Examine the “point of view” of conventional “downtown” (or popular) “religion”. You will see that it corresponds to this structure of notions, and is (therefore) primarily a development of a child’s state of awareness. It is a development of the original parent-bond of your childhood, and it is complicated by the dissociative individuation that develops in adolescence, and that tends to characterize your adulthood as well.

The only-by-Me Revealed and Given Reality-Way of Adidam (or Adidam Ruchiradam) is not a form of this childish (or conventional) “religion”. When I Speak of Real (Acausal) God (and I also use other terms than “Real Acausal God”, but that is one of the forms of reference I use), I am not speaking of a Parental Deity. I have frequently had occasion to Criticize this childish mode of relating to “God” and to the entire Process of Transcendental Spiritual life. I could compare the true Disposition that I “Consider” with you to the conventional (or childish) “religious point of view” by saying that the True Transcendental Spiritual Process (or the Way of Reality Itself) is not founded in the primitive feeling that, even when you are alone, there is always “Someone Else” present. Rather, I Describe the basis of the True Transcendental Spiritual Process as a mysterious intuition that—no matter how many others are present, no matter how many people are present, including yourself, no matter what is arising—There Is Only One Reality, One Self-Nature, One Self-Condition, One Source-Condition, One Self-State. That One is not “Other”. That One is not your parent. And, in phenomenal and “experiential” terms, That One is not merely devoted to rewarding and punishing you, supporting you and protecting you. Rather, That One Is the Acausal Divine Self-Nature, Self-Condition, Source-Condition, and Self-State of all phenomenal conditions—including all opposites, even all contradictions. Thus, you cannot account for That One in childish terms.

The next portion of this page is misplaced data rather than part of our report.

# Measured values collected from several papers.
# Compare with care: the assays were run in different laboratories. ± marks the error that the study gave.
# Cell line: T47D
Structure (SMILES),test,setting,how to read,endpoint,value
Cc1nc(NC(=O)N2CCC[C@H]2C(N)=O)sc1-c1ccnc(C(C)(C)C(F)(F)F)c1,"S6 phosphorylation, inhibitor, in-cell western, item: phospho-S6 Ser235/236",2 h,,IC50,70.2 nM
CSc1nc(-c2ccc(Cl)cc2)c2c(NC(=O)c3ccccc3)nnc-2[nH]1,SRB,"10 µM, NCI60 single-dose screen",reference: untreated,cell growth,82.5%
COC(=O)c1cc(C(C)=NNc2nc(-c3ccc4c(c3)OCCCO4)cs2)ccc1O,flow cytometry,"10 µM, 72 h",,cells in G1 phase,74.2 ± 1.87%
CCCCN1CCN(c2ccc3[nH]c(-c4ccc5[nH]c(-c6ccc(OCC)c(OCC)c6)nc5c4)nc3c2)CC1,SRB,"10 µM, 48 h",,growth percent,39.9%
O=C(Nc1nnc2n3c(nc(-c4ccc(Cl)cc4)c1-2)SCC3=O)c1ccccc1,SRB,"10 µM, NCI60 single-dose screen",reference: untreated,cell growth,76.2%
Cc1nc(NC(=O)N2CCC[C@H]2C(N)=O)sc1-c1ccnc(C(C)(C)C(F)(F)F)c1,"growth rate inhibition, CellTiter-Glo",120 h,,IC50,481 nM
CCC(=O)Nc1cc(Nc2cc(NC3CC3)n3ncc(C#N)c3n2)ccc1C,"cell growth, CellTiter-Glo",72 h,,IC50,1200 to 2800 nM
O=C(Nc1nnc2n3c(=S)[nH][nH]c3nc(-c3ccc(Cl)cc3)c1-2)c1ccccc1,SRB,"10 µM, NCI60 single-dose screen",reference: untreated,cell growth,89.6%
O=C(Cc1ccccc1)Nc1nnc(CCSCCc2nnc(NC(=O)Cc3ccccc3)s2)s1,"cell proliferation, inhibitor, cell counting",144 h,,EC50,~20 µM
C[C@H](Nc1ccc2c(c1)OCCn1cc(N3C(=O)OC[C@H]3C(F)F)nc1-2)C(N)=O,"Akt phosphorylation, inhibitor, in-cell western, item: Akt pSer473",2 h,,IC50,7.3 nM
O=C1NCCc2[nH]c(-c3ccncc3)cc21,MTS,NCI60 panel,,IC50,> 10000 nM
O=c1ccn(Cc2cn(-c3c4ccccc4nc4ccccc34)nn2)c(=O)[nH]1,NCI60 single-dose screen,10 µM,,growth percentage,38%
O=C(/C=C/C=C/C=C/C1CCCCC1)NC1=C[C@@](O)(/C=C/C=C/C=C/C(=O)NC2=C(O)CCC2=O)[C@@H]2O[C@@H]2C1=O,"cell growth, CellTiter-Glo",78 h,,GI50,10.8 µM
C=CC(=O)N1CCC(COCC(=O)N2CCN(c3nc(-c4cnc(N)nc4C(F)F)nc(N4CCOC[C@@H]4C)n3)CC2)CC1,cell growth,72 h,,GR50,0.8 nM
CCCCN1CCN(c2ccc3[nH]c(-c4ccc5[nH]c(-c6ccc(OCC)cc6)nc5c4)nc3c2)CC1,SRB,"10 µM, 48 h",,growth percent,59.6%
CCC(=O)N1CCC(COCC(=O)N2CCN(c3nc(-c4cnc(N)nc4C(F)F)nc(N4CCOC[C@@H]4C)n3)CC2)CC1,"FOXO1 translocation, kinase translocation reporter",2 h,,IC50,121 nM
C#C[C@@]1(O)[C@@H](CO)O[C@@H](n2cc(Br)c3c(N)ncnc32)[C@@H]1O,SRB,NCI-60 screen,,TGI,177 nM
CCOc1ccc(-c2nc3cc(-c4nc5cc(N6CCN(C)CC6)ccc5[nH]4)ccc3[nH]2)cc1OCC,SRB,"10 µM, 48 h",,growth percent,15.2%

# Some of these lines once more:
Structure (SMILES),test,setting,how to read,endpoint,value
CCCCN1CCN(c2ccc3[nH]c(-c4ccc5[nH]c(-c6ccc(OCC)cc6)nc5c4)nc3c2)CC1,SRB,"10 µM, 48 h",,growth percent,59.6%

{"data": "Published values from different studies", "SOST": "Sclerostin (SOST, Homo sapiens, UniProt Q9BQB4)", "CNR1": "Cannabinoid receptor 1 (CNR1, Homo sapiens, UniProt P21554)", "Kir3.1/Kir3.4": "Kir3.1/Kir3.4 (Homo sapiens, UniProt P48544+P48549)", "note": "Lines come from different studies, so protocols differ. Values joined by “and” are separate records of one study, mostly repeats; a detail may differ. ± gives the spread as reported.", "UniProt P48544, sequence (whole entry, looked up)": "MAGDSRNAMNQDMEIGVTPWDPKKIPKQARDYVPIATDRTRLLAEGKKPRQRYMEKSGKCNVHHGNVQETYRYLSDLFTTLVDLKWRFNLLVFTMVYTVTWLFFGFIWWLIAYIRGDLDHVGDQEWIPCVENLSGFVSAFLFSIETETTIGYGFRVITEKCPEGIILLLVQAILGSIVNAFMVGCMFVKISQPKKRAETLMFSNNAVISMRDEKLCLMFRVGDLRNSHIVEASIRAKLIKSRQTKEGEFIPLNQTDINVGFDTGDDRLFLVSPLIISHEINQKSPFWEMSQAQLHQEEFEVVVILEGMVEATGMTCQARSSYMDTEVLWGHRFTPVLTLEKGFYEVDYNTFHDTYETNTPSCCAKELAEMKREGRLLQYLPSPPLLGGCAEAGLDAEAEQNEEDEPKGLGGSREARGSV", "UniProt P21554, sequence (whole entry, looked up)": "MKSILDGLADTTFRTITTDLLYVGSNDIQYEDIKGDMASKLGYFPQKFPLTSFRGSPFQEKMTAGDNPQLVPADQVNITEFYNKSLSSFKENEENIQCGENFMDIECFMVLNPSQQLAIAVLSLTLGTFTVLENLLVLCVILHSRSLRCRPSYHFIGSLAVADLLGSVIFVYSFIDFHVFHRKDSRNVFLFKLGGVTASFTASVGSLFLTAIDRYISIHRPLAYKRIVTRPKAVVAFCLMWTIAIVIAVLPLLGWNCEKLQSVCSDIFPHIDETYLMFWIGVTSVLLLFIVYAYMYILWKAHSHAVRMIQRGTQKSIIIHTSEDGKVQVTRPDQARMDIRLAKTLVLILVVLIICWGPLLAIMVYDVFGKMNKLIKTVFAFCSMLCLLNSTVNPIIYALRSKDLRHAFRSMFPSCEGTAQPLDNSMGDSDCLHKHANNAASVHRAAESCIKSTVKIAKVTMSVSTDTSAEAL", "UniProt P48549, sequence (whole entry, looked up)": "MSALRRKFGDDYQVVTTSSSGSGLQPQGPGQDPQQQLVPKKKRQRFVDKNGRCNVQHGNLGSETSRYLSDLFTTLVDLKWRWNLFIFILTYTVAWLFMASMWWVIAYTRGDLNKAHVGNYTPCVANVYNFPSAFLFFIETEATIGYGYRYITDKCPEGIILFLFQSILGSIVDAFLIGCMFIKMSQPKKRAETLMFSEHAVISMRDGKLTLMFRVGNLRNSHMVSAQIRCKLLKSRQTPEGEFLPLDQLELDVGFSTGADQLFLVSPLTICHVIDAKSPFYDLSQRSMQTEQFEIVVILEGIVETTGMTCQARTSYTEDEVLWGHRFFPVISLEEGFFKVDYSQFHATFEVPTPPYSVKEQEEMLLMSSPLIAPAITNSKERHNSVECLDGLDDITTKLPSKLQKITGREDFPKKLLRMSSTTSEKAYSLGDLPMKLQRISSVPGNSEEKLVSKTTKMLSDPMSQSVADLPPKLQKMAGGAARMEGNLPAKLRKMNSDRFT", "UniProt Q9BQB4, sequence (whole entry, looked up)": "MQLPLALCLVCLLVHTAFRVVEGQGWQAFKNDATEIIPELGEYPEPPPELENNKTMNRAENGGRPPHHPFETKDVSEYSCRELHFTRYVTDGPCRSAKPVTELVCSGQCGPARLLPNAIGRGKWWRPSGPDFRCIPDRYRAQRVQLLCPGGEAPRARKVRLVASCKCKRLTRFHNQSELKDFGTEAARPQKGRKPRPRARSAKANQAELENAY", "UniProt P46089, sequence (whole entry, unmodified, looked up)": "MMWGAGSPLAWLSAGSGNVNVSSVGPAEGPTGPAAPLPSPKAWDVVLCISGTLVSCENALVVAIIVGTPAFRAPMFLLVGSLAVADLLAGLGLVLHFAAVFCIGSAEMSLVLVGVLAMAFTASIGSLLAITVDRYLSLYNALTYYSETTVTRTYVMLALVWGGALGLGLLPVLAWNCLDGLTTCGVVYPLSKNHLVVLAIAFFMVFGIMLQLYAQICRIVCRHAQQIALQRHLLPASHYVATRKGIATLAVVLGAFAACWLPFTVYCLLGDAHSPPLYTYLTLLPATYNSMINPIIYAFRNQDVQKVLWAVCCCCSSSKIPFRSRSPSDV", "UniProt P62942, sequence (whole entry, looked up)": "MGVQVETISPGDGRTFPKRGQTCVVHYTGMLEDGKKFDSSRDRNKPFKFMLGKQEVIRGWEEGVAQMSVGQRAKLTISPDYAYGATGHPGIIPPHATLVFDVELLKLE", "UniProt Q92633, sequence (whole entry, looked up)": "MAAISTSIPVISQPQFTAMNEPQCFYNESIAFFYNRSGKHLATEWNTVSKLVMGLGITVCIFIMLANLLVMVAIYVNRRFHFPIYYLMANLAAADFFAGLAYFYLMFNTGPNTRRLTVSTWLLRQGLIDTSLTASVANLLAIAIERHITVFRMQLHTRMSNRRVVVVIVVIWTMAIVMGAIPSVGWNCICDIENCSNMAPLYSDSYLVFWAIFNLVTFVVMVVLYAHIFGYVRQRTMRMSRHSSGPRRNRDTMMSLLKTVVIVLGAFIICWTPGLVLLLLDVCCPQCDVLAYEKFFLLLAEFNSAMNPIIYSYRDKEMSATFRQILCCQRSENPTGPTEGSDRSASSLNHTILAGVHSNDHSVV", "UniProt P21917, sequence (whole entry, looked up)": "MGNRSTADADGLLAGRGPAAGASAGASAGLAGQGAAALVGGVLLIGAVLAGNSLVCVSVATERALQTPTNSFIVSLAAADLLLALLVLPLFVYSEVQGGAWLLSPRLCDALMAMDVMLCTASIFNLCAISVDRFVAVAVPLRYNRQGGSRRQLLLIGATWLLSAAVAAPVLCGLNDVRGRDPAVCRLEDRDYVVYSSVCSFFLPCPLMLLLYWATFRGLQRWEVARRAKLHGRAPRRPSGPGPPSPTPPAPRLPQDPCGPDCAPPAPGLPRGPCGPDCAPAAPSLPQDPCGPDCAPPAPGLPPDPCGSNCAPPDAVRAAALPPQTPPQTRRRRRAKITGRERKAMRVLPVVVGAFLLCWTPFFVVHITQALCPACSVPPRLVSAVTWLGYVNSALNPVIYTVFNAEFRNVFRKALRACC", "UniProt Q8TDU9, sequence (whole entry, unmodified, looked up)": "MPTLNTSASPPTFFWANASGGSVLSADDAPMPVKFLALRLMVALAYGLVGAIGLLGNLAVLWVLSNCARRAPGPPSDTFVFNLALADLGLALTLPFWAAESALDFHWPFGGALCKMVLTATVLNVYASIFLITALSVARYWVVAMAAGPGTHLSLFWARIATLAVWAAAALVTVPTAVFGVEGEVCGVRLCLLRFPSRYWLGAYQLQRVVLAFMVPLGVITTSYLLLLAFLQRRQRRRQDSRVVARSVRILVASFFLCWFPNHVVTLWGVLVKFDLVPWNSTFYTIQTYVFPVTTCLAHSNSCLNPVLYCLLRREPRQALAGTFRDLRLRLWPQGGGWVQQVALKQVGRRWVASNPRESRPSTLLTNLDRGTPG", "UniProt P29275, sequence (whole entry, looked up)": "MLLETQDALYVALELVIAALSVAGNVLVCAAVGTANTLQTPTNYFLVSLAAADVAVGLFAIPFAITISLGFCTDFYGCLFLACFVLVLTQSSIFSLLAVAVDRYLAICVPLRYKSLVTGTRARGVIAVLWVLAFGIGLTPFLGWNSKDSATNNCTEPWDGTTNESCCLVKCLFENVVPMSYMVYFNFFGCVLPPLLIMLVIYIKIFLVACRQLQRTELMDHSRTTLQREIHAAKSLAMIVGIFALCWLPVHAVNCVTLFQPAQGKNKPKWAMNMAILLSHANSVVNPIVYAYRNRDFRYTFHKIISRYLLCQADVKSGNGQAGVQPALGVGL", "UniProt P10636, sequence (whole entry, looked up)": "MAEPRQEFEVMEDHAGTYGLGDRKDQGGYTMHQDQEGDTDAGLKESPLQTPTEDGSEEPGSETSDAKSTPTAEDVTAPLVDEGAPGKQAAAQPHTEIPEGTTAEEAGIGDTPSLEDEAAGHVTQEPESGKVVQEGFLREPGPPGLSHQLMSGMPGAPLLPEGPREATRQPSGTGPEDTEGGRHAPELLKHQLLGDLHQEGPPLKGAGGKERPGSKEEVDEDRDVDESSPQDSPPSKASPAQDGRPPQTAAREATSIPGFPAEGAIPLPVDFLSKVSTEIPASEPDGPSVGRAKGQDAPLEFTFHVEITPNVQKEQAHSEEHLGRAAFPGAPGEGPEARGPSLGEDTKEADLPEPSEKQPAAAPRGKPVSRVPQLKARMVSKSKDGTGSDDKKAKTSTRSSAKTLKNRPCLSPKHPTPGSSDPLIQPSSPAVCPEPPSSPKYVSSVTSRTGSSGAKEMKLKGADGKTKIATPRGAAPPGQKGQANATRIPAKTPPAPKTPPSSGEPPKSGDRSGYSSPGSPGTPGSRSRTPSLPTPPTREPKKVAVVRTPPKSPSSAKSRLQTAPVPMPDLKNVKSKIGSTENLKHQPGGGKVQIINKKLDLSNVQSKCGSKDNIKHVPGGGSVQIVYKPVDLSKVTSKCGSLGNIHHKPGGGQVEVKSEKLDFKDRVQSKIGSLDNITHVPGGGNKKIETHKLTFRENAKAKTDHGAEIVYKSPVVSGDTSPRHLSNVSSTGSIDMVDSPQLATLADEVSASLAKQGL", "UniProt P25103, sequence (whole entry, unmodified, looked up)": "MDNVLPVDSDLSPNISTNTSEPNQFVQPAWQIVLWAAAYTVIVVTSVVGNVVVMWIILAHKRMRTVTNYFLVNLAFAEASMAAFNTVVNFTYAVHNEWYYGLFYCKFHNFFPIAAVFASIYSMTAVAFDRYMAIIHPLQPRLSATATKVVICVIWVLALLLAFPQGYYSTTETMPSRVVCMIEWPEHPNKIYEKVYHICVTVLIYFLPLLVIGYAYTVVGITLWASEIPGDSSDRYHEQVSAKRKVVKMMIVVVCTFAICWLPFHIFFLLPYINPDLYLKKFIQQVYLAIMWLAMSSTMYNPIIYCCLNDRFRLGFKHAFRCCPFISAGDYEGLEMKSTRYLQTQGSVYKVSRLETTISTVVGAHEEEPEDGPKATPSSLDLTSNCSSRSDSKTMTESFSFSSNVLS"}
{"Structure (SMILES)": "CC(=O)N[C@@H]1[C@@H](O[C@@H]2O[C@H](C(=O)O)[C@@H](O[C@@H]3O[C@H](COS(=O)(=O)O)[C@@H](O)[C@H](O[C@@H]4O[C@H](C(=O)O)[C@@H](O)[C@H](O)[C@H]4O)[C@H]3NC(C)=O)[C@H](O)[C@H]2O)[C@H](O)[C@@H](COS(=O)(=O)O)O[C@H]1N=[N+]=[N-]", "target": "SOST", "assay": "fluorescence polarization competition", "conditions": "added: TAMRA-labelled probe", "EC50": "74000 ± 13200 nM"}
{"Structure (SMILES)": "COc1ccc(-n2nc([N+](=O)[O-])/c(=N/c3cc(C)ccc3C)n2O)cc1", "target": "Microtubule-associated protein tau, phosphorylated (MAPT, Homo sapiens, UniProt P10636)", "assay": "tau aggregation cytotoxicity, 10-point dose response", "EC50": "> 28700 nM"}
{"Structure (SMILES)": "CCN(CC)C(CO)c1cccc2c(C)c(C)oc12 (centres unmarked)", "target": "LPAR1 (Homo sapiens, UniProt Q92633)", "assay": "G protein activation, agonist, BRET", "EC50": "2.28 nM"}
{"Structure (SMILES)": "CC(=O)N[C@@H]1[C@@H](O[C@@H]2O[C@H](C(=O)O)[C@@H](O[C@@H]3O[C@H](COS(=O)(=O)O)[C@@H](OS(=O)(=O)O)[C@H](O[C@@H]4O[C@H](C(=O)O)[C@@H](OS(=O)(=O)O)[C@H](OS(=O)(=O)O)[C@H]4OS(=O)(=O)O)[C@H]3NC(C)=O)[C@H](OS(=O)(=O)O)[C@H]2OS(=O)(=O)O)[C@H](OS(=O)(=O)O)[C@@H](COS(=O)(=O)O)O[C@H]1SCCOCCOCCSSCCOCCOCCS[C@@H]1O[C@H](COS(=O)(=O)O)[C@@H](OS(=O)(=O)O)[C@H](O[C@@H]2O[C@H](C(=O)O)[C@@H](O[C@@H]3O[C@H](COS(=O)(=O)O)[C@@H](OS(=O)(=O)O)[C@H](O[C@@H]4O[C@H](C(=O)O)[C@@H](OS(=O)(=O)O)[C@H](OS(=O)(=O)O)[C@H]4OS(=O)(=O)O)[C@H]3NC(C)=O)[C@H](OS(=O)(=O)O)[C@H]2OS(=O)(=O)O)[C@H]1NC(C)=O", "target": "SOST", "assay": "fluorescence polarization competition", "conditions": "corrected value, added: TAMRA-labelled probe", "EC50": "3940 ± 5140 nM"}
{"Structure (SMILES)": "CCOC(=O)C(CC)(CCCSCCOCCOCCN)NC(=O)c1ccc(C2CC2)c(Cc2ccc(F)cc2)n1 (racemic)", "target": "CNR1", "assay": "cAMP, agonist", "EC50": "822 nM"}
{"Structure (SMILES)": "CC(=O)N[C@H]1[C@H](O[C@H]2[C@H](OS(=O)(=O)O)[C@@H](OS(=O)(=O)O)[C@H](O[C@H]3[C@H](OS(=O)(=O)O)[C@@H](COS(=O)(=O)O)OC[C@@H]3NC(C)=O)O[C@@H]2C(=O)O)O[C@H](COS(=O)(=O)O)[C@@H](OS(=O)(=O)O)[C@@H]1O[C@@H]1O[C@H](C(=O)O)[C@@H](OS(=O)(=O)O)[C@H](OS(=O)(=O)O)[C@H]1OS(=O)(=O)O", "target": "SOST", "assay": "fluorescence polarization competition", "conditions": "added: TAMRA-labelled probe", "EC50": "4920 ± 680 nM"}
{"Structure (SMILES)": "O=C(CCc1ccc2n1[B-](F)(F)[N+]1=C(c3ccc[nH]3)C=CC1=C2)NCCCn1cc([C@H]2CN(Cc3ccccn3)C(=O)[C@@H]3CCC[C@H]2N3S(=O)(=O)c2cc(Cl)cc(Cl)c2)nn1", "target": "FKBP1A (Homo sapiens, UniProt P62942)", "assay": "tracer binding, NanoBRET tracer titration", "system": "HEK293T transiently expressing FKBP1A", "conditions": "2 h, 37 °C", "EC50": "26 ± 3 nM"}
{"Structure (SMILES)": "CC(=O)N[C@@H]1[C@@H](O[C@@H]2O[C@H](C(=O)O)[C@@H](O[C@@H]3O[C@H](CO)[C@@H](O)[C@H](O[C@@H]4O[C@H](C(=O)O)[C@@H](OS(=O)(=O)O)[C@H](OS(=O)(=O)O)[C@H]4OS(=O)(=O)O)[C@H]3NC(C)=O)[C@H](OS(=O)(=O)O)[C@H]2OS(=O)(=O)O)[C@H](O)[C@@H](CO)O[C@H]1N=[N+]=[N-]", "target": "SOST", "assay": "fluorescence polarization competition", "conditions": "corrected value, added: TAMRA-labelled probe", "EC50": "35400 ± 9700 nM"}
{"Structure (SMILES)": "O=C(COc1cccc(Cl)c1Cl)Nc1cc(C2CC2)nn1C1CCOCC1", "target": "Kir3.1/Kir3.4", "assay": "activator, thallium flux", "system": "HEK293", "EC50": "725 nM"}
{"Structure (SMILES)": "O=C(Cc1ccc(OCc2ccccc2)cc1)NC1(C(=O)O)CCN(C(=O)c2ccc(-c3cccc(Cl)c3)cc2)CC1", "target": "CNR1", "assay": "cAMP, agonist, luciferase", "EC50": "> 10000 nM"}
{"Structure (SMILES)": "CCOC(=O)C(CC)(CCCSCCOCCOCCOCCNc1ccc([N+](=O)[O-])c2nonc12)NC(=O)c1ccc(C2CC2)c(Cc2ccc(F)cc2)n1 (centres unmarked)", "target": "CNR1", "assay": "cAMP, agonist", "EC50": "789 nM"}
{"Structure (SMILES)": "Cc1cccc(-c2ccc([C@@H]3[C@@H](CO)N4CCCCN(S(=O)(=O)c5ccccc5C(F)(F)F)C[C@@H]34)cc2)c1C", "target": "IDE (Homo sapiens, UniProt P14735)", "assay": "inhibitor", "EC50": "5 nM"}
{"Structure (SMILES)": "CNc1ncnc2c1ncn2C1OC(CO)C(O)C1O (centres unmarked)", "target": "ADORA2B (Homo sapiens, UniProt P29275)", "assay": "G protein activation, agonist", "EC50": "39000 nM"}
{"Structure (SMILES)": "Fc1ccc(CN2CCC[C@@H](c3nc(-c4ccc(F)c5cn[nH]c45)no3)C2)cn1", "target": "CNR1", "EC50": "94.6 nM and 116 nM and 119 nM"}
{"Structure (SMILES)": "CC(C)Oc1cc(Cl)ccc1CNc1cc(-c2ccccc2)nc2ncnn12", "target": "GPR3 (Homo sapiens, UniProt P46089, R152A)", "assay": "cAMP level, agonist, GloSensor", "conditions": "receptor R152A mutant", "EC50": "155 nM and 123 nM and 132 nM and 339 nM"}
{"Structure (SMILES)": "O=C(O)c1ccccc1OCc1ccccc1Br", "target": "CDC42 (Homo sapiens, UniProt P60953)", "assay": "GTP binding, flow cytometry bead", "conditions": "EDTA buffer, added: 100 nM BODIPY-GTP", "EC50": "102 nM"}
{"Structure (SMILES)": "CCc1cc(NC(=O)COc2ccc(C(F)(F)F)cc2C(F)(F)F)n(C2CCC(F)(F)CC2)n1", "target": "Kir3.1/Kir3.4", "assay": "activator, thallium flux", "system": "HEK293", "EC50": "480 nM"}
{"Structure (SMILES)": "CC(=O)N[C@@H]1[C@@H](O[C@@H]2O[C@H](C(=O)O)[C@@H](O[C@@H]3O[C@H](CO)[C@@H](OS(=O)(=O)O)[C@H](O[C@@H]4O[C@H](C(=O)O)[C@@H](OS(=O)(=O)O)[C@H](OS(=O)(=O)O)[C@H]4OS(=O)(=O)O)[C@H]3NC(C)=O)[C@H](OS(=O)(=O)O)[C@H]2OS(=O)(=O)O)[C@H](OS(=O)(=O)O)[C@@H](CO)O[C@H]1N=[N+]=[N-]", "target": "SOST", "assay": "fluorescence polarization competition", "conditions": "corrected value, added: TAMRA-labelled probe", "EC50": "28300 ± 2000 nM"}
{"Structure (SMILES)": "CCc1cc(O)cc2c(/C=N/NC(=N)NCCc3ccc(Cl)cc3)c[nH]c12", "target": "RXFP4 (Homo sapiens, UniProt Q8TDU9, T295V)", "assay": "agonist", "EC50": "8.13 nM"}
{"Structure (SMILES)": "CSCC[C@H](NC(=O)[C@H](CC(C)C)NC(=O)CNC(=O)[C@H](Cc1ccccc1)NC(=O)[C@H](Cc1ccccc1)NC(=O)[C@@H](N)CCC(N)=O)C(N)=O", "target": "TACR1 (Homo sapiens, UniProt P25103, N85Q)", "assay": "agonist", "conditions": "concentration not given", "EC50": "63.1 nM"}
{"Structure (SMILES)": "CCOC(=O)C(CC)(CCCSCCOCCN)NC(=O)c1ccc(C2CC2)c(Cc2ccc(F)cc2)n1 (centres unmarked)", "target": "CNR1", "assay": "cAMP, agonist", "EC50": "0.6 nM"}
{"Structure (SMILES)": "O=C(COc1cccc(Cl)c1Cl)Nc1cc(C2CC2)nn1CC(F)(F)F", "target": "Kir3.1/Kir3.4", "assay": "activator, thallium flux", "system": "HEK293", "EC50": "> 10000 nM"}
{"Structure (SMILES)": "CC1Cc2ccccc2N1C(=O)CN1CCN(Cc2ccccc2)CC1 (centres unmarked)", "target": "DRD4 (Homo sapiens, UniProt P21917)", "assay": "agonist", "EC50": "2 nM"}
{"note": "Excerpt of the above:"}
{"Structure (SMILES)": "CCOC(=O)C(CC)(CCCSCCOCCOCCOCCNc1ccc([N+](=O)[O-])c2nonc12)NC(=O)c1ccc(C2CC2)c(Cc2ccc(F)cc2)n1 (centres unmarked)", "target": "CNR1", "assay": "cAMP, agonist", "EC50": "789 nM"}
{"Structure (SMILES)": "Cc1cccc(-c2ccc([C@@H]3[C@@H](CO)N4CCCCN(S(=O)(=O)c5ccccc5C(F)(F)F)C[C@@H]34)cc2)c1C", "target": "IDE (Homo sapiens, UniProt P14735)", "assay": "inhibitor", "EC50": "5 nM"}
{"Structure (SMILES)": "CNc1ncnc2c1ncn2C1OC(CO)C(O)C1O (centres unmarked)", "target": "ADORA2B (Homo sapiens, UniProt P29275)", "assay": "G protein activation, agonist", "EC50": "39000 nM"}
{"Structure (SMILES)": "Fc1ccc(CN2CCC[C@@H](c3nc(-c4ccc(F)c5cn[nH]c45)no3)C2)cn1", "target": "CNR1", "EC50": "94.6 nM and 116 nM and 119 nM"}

In fact, if you really examine the characteristics of conditional Nature (or phenomenal existence), there is no justification for believing in the Parental Deity at all. It is simply not true to the facts of existence altogether that there is a Great Omniscient, Omnipresent, Omnipotent Being making everything happen—in charge of everything happening, and making things turn out well for those who acknowledge That One and obey certain moral principles. It is simply not so. It is not true that there is such a Parental Deity controlling history, controlling even all events, and working out a great “success-plan” for humanity.

The Acausal Divine, or Real (Acausal) God, the One to be Realized, is not other than Reality Itself. That One Transcends your personal, conditional existence—but your conditional existence arises in That One. All of this conditionally arising “world” is a modification of That One, a “play” upon That One. To Realize That One, you must enter profoundly into the Intrinsically egoless Self-Position—but not by means of the traditional “method” of introversion, or turning attention “inward”. That “inward”-turning effort is simply one of the ego-based solutions to the presumed “problem” of existence. That Which must be Realized is in the Perfectly Subjective Self-Position—and It is Realized not by appeal to Something “outside” yourself nor by entering into childish dependence in relation to some great Principle, but by transcending your own separative (and “self”-contracting) activity, and (thereby, ultimately, by Means of My Divine Avataric Transcendental Spiritual Grace) Realizing Most Perfect Identification with That in Which you Always Already Inhere.